It’s even worse than relying on the market to regulate derivatives trade! Or relying on the market to do anything about public education! It’s immoral not to have we wise leftists running things, because we have everyone’s best interests in mind, and we never get things wrong, and you people need to stop bringing up how we didn’t have most of these problems before the government got involved in all these areas. Nope, the market only works when the grunt engineer types that participate in it are guided by wise leftists. I decree it.

      So you guys listen to me. I have advanced degrees. Plus I’m having fun telling you guys what you should be thinking. And shut up about how that indicates a mental sickness that I derive pleasure from irritating you dense righties! Why, I’ve been bullied all my life by people like you, and I deserve my fun!

    • I really love the irony of being lectured on morality by a known liar.

    • Lots of anger there… not much independent or original thought.  Your basic premise, that things can only get worse without government intervention, is flawed.
       
      Here’s the deal, the current Health Insurance (not Health Care) system is fatally flawed and has been almost from its inception.  The industry has been in the process of being reformed by market forces b/c costs had become too high.  You saw this with HSA’s and high-deductible plans.  While they are not specifically a best solution, they were moving us back to a system of personally financial accountability  and the long term effect would’ve helped to bring costs back down and rework our nation’s Health Insurance system without also damaging the Health Care system, which is top notch.
       
      What this bill represents is a all-in on a flawed model that will not stop the inevitable collapse, but merely delay and magnify it and likely do significant damage to the Health Care system as well.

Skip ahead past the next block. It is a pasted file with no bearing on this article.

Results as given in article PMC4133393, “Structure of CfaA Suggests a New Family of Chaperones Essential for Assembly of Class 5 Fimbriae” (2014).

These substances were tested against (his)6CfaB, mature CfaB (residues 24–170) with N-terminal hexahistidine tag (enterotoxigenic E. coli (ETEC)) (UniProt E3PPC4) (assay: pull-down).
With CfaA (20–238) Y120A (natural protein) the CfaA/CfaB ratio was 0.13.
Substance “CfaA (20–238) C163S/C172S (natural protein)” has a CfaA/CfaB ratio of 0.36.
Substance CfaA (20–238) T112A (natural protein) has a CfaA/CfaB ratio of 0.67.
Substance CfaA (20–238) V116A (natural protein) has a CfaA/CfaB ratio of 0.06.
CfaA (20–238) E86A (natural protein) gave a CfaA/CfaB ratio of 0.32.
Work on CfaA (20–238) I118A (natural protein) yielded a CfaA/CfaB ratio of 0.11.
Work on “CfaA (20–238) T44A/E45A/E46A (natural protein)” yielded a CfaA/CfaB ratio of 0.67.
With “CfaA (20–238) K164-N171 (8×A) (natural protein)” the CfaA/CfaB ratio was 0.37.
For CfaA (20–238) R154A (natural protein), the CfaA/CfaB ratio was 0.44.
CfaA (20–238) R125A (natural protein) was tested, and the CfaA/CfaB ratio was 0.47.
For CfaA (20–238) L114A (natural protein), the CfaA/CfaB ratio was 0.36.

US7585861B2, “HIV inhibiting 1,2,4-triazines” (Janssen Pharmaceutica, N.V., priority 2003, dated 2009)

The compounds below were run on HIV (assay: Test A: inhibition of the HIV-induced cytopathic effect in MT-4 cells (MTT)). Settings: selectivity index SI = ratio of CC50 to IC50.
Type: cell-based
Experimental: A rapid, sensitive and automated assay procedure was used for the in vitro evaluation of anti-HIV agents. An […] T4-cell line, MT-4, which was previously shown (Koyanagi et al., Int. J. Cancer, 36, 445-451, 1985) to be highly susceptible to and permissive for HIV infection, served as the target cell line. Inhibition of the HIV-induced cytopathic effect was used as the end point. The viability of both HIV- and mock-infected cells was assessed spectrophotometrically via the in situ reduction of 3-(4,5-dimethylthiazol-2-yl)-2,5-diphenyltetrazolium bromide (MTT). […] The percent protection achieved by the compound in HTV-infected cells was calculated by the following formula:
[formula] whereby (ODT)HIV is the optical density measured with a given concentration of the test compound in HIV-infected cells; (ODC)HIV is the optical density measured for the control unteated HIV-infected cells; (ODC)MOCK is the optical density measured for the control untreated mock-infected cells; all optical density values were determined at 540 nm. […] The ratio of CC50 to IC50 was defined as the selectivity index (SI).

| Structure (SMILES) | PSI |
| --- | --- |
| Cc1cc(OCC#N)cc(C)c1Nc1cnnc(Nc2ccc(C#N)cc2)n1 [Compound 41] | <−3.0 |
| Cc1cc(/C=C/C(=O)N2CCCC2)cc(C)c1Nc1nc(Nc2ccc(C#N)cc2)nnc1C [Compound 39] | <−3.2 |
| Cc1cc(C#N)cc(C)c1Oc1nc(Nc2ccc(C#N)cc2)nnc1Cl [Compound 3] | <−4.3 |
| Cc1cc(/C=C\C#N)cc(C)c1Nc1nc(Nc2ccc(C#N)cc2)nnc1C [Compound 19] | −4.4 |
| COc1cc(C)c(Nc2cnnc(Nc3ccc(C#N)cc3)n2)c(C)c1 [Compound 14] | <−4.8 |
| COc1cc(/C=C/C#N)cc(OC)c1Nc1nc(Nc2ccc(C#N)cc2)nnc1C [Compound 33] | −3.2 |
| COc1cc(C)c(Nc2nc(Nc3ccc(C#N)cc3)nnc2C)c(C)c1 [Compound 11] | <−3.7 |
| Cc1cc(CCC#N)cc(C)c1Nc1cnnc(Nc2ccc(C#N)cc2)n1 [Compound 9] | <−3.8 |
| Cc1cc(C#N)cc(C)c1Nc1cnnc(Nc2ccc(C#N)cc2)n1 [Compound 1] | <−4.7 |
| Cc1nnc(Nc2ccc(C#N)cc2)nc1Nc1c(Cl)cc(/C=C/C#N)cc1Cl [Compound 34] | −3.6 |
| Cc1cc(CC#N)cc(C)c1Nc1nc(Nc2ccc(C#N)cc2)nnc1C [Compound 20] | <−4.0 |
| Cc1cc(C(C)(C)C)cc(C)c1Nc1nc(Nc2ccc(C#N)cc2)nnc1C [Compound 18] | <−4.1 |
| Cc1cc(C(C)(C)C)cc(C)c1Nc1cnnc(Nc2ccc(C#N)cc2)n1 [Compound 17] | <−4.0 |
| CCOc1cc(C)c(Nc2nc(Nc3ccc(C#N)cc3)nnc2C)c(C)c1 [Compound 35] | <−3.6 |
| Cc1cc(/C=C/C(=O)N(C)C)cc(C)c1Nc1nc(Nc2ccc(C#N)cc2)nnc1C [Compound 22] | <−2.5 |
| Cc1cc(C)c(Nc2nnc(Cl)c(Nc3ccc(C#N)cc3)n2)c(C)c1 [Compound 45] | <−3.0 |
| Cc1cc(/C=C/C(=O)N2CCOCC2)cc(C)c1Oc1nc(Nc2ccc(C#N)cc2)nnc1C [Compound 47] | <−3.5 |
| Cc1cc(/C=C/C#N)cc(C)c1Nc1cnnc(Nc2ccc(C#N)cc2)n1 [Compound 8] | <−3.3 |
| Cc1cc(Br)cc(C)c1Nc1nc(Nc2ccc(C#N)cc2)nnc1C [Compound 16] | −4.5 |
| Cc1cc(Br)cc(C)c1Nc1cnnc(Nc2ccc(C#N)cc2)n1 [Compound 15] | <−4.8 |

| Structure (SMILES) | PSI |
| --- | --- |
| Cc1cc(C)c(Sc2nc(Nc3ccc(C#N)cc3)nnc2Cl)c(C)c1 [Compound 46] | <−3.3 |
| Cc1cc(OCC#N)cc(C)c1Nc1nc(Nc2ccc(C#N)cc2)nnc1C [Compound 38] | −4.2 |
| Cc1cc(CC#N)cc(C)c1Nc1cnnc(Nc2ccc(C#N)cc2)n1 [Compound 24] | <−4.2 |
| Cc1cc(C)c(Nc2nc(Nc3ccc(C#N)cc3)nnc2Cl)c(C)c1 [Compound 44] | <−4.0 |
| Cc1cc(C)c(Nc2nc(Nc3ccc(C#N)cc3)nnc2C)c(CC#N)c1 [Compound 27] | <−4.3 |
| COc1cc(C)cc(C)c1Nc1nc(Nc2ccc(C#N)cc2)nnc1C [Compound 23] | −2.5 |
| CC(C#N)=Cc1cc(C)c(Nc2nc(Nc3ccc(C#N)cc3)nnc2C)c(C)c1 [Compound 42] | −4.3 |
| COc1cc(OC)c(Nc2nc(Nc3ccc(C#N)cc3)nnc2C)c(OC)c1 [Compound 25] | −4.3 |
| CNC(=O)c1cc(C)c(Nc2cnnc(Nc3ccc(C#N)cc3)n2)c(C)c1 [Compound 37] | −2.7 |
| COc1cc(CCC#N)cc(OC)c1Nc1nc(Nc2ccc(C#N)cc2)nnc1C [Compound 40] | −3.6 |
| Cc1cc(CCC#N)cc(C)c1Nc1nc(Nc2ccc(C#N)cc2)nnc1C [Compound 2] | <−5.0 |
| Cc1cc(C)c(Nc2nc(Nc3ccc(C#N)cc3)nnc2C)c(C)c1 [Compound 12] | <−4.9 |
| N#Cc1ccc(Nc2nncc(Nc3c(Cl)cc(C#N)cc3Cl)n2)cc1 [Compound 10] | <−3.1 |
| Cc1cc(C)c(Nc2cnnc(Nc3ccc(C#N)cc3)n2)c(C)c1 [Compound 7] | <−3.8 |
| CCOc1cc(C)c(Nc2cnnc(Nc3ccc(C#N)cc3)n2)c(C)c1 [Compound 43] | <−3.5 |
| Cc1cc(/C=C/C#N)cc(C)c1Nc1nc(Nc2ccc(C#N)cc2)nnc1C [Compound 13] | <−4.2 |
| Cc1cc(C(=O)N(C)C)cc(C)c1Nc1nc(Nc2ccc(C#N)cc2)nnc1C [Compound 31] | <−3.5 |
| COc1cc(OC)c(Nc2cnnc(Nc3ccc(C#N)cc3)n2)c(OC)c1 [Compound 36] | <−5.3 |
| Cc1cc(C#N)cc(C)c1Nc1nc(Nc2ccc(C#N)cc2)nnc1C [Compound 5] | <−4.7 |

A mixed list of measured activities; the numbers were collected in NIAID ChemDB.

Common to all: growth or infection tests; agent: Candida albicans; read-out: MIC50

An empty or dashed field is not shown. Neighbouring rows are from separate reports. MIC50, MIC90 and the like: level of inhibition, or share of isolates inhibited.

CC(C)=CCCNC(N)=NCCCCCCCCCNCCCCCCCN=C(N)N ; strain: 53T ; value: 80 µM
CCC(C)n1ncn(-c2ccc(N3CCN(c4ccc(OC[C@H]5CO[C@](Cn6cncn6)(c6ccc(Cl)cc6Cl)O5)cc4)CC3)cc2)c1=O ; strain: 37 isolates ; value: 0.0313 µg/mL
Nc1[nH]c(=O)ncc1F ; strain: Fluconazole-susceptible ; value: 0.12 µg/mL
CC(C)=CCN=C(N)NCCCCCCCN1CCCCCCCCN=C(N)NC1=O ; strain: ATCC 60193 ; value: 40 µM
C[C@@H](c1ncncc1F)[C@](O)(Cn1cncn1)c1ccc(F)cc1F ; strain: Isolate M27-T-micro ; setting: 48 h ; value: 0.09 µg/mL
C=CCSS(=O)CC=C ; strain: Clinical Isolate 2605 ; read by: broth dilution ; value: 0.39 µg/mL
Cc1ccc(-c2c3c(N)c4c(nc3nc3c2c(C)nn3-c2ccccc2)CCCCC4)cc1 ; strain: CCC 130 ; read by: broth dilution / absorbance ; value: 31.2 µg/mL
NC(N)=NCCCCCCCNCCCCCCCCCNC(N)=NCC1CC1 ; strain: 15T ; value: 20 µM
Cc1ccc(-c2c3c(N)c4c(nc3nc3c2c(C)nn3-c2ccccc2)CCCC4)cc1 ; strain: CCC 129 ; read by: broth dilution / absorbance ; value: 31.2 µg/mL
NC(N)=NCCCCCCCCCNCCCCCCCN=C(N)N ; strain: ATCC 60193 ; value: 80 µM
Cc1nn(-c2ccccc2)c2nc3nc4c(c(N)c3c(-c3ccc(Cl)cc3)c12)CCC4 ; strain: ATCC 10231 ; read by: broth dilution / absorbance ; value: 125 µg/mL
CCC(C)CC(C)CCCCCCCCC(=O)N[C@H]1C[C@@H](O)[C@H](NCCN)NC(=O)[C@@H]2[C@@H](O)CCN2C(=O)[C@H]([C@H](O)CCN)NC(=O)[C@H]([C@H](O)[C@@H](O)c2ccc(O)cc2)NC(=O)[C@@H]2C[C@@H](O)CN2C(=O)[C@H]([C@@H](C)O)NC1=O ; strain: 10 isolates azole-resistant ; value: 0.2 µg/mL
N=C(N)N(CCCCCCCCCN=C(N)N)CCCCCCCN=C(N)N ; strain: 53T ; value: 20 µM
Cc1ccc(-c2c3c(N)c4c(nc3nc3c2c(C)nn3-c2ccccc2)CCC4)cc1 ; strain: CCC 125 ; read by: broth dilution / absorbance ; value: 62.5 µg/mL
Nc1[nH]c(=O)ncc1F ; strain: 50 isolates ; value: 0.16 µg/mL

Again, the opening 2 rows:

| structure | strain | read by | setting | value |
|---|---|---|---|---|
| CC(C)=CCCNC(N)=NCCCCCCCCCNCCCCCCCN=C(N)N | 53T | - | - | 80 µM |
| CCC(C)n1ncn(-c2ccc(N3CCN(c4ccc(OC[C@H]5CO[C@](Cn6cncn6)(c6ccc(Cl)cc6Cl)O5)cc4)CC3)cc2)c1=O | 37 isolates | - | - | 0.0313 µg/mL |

• Scott - The industry has been in the process of being reformed by market forces b/c costs had become too high.  You saw this with HSA’s and high-deductible plans.  While they are not specifically a best solution, they were moving us back to a system of personally financial accountability  and the long term effect would’ve helped to bring costs back down and rework our nation’s Health Insurance system without also damaging the Health Care system, which is top notch. [emphasis mine – dj505]

        An excellent point!

    • but it will be altered and probably expanded
      Why ? It’s perfect.  I suggest that instead of trying to “push a string” that Republicans do everything possible to make it stay in place .. as is.  We never really get a chance to do a complete evaluation of any bill before they alter it to hide the “warts”.  This bill has no “warts” … It’s perfect.

    • Can we flip the record to the “A” side?

      I’m kinda tired of hearing the “B” tune over, and over and over again.

    • It won’t be repealed, but it will be altered and probably expanded.

      I agree, although I think the word “probably” is superfluous.  Congress will not repeal this bill, they will continue to add to it and modify it in the face of fiscal disaster as if they are oblivious to the damage that they’re doing.  The only reason the status quo would be more damaging is because the approach to health insurance is completely insane and not in tune with logic or reality.  In effect, we’re arguing whether it’s better to run off of a cliff wearing shoes or wearing sneakers, as if the choice of footwear has any relevance when we jump to our (economic) death.
       
      Perhaps it’s a fitting way to cap off the whole idiotic charade.  Act as if enacting or defeating health care reform would have made any difference economically after decades of criminal mismanagement of the budget by the government.

    • The fact is that the current economic crisis proves that the myth of the free market is wrong; relying on the market to regulate health care is downright immoral.   It’s even worse than relying on the market to regulate derivatives trade!
       
      How would we know Scott? We have not had a free market in either one for many many decades.  That is the main problem with your belief system. Government comes in and makes a big stink of something, then you point to that as a reason for more government.

  • LOL

    “most people who gave up on moon ponies and unicorns when they were 8″

    Love it. Yeah. The whole thing was a used car salesman pitch from day one, not to denigrate used car salesmen too much. These programs are little more than tools by which the gov is attempting to further feed itself and enslave the classes.

  • McQ - You know, you want to laugh at this because most people who gave up on moon ponies and unicorns when they were 8 knew that what was promised by this bill wasn’t possible.